A bookish woman, my age, jumped slightly. I could see doing that myself.
“I seem to be lost?”
With a perfectly balanced tone of irritation and distrust, she asked, “Where did you come from?”
That particular question always throws me for a loop. I was sputtering something about the apartments next door, Martha’s Vineyard, Broad Street, an elevator and my parents’ love for each other.
“I don’t know if you realize it, but we are closed.” I apologized profusely for disturbing her. I explained I was simply in search of used books for sale.
Before she could further castigate me for my marked ignorance, we heard the voice of a man as he came from somewhere behind me.
“It’s all right, I will see her out. ” Feeling a little like I was taking the walk of shame, I followed him to an elevator that took me straight back up to the manga artists. As I was leaving, the newest crop of volunteers that were installed at the welcome desk wished me a good day and said they hoped I had enjoyed myself.
|An unexpected parade with Celtic band.|
|The flag reads, “Harmony in Oneness.”|
I thought it was something of a musical malaprop that a small Celtic bagpipe band led the Eastern practitioners’ parade down the street. (check out a really fun version, thought totally different, on YouTube https://www.youtube.com/watch?v=8eVc2s0_68c ) The people were so kind and harmonious toward me and each other, it felt a little otherworldly. At one point, I noticed there seemed to be a lot of balloons. Suddenly, the sky was thick with them. Political correctness, pigeons and jet engines be damned, these balloon were going to take flight. Hundreds of balloons were released. It was only when I was at some distance from the entire parade that I could discern that the balloons were fashioned as doves of peace, rising en masse, over the city of Providence. Up, up, and over the tallest buildings…..bearing the promise of harmony.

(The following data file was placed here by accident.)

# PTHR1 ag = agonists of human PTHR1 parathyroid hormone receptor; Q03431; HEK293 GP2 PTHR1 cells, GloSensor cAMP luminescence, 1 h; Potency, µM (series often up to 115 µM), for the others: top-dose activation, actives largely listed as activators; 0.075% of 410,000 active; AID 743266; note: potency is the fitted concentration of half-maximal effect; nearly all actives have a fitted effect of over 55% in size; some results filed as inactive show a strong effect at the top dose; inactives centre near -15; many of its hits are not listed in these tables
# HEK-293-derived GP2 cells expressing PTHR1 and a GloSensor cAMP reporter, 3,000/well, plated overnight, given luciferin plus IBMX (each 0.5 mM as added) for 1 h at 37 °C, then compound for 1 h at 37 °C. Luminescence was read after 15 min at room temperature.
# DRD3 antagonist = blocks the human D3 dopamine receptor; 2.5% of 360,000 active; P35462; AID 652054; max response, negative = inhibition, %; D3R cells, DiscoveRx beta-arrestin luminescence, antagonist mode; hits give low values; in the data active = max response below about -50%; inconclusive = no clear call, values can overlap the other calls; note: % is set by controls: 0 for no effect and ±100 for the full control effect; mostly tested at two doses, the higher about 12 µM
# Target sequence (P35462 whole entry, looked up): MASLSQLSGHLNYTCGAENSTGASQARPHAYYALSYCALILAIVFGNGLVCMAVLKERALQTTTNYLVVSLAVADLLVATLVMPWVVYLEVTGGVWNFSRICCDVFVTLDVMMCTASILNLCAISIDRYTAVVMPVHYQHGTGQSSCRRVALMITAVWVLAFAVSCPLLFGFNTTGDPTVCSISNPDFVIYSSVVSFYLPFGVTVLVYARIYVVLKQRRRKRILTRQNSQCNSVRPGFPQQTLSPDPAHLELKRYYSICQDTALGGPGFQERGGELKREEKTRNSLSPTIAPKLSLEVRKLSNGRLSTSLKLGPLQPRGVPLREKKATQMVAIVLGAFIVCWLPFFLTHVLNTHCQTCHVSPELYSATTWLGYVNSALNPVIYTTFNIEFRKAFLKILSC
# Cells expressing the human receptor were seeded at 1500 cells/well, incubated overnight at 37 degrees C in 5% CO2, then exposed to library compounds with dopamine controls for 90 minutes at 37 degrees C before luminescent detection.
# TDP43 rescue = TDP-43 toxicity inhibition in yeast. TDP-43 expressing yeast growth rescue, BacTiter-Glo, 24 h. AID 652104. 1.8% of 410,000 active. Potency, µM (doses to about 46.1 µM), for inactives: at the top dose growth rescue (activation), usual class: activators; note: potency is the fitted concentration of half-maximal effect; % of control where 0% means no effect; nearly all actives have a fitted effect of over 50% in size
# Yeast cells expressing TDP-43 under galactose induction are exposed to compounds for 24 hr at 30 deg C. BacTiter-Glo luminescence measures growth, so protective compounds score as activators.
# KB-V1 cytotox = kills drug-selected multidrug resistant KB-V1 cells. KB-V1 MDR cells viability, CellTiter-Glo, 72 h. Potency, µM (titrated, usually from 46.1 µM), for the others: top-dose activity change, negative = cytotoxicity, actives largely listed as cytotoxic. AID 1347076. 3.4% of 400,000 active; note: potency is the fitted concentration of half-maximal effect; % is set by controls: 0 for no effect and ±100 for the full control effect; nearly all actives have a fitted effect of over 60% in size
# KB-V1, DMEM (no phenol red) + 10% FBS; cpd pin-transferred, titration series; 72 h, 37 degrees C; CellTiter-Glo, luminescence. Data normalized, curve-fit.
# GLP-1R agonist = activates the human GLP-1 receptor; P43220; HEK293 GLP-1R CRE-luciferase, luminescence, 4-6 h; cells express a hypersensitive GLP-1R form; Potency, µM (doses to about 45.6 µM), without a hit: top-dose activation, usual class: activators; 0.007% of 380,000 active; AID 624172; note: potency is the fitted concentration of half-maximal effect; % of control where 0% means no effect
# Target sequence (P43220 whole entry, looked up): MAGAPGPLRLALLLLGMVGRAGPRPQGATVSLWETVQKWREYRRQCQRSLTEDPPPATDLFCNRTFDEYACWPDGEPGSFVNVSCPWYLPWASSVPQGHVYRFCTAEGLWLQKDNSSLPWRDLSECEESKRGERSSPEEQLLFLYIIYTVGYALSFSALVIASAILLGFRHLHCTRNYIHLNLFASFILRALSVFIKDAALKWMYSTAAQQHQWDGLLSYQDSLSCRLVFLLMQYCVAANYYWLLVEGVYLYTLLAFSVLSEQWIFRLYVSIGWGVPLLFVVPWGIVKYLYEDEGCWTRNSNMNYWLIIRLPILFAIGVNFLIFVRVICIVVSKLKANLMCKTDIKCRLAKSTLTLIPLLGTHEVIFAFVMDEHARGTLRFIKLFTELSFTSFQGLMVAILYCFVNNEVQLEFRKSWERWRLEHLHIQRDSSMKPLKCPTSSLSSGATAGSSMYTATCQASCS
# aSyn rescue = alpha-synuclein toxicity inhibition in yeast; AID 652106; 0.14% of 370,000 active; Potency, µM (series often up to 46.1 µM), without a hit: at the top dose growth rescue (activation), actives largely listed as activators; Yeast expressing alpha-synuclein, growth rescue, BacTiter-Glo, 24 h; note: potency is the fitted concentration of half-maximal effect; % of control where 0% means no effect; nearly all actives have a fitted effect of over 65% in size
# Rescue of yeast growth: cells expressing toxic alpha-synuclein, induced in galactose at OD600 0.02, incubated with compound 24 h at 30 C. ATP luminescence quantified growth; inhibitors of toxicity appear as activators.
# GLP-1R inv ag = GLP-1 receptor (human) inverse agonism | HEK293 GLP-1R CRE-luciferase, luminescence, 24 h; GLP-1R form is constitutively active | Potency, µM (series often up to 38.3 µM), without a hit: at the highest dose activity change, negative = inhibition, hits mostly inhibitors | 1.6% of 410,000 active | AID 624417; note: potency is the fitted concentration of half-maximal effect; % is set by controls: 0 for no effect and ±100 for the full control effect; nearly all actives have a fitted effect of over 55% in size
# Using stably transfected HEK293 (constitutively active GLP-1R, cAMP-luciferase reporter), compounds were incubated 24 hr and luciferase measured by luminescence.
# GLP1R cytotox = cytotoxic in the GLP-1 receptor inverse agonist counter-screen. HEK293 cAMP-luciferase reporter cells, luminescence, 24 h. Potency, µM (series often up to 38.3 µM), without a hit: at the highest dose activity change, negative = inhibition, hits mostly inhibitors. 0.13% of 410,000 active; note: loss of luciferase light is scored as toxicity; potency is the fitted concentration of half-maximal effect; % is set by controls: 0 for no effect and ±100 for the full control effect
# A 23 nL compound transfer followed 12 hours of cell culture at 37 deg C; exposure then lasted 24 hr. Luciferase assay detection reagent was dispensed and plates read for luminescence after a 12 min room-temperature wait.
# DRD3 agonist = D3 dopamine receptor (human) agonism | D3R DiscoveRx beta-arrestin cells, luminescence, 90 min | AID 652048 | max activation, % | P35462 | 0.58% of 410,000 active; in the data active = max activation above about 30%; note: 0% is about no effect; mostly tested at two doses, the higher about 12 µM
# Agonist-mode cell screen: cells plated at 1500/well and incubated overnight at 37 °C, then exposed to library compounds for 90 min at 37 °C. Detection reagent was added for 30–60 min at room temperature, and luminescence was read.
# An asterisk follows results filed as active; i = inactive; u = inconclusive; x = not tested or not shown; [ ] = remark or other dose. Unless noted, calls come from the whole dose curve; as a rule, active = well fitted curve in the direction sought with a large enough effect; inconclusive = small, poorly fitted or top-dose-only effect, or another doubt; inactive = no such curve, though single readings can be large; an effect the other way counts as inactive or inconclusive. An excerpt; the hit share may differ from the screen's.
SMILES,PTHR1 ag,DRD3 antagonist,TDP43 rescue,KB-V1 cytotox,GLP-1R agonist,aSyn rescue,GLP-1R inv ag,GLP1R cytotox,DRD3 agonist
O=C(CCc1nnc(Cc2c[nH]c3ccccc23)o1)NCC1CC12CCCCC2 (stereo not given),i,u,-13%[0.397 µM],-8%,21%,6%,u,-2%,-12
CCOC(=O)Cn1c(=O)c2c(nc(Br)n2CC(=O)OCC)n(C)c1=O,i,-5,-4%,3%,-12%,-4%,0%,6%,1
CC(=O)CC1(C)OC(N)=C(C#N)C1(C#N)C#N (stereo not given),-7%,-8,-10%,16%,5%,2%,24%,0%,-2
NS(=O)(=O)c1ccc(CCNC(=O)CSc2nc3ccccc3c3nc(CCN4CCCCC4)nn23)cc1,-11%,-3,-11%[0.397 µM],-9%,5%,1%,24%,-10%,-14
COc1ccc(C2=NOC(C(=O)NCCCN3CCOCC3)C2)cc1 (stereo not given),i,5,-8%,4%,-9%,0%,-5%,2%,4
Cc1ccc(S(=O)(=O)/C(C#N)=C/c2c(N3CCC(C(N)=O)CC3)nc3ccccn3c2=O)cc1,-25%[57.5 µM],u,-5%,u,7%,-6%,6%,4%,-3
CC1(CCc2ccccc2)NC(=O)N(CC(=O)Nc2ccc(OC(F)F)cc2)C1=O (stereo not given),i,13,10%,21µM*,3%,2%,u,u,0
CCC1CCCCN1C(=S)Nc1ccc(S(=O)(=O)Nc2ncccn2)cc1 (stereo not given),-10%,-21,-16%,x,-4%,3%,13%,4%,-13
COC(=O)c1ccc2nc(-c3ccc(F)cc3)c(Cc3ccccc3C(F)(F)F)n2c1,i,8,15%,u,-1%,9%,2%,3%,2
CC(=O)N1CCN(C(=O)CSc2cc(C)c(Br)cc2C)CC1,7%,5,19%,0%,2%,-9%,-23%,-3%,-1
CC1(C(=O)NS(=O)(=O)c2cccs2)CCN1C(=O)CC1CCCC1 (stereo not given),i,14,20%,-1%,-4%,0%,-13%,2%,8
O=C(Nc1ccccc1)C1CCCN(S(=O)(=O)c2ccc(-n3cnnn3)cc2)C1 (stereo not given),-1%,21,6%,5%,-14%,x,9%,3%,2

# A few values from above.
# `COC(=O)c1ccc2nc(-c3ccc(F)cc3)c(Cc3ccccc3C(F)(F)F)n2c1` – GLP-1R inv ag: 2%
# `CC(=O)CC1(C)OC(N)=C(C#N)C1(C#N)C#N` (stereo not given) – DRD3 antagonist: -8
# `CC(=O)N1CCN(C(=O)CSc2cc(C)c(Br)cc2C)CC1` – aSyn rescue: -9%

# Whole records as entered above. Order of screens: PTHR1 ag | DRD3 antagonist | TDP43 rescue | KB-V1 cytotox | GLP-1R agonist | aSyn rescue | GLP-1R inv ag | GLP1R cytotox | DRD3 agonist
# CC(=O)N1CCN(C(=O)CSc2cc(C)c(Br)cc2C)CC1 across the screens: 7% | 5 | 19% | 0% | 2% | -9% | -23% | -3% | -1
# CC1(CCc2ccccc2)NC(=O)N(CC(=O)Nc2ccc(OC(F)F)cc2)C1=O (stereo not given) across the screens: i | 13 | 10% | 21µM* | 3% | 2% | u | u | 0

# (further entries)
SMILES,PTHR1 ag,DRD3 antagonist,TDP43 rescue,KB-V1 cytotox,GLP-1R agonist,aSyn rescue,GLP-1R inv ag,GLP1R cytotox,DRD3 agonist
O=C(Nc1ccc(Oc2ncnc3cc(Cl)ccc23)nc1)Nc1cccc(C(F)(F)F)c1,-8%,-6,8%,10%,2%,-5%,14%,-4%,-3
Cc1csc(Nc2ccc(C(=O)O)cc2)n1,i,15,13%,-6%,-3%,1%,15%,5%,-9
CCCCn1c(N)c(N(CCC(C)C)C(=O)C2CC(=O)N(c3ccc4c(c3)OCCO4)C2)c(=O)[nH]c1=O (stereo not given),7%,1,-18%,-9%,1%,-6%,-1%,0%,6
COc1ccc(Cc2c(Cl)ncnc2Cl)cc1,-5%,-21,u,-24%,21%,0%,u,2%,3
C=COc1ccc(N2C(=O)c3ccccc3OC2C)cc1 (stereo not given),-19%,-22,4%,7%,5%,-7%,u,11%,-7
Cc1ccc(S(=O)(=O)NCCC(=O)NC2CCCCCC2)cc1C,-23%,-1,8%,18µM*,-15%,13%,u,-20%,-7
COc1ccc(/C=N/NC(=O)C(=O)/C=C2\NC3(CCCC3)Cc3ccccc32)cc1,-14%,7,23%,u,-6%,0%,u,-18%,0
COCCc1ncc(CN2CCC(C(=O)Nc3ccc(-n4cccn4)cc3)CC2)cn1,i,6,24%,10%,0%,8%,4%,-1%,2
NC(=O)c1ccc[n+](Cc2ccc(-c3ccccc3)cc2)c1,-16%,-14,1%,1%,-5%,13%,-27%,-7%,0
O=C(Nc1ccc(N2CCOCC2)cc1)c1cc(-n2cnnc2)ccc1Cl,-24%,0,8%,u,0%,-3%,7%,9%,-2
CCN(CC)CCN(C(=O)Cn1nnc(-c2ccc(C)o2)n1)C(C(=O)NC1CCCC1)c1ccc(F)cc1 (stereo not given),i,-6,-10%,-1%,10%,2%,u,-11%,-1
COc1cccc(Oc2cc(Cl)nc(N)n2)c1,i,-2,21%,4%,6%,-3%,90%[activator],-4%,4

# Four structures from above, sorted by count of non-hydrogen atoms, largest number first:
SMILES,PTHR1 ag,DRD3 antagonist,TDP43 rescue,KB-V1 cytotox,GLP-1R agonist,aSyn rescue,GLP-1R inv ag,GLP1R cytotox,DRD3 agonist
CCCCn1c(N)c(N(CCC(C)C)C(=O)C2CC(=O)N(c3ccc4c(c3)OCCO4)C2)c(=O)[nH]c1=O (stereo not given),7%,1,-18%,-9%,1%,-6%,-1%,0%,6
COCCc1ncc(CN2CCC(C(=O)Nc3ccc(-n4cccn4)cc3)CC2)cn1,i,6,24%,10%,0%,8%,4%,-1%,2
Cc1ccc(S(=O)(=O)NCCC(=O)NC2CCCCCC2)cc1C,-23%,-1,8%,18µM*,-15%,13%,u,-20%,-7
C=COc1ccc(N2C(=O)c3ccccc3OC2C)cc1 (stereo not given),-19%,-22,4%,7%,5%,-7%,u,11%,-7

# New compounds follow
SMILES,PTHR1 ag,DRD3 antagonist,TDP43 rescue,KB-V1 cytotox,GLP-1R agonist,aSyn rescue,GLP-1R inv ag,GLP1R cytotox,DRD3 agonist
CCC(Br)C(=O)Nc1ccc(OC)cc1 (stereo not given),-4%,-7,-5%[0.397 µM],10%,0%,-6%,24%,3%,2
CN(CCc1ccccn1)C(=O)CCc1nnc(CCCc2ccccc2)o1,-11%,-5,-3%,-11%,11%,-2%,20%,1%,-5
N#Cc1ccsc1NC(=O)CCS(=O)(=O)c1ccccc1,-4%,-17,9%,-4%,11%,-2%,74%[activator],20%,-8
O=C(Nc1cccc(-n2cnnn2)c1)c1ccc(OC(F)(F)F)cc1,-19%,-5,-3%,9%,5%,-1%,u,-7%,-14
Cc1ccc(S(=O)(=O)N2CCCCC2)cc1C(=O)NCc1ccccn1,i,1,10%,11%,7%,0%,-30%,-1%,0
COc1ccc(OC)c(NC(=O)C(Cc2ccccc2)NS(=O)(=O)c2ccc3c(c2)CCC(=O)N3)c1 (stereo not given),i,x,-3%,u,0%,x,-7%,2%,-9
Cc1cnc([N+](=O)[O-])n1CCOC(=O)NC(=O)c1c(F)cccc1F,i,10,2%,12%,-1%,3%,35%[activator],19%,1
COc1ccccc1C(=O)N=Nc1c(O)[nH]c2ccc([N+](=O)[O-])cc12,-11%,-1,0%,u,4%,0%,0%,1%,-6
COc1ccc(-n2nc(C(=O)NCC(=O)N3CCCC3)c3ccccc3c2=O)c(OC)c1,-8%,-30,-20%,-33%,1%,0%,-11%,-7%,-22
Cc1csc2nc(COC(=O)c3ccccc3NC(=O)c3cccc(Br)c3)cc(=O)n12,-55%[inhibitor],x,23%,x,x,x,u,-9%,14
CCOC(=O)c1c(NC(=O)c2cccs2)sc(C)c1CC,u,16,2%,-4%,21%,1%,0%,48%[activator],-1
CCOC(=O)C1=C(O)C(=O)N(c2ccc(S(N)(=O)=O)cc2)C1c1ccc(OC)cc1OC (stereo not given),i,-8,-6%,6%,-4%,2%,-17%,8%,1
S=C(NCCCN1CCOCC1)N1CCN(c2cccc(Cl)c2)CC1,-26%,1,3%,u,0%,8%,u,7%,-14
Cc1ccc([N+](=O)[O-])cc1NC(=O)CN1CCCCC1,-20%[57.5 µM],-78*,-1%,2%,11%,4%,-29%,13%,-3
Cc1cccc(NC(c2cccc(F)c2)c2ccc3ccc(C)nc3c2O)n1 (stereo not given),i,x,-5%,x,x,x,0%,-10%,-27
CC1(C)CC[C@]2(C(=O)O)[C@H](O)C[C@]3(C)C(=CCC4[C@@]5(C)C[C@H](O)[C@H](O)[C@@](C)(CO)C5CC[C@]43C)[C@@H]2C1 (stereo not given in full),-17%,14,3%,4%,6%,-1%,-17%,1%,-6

|It’s true; hope floats.|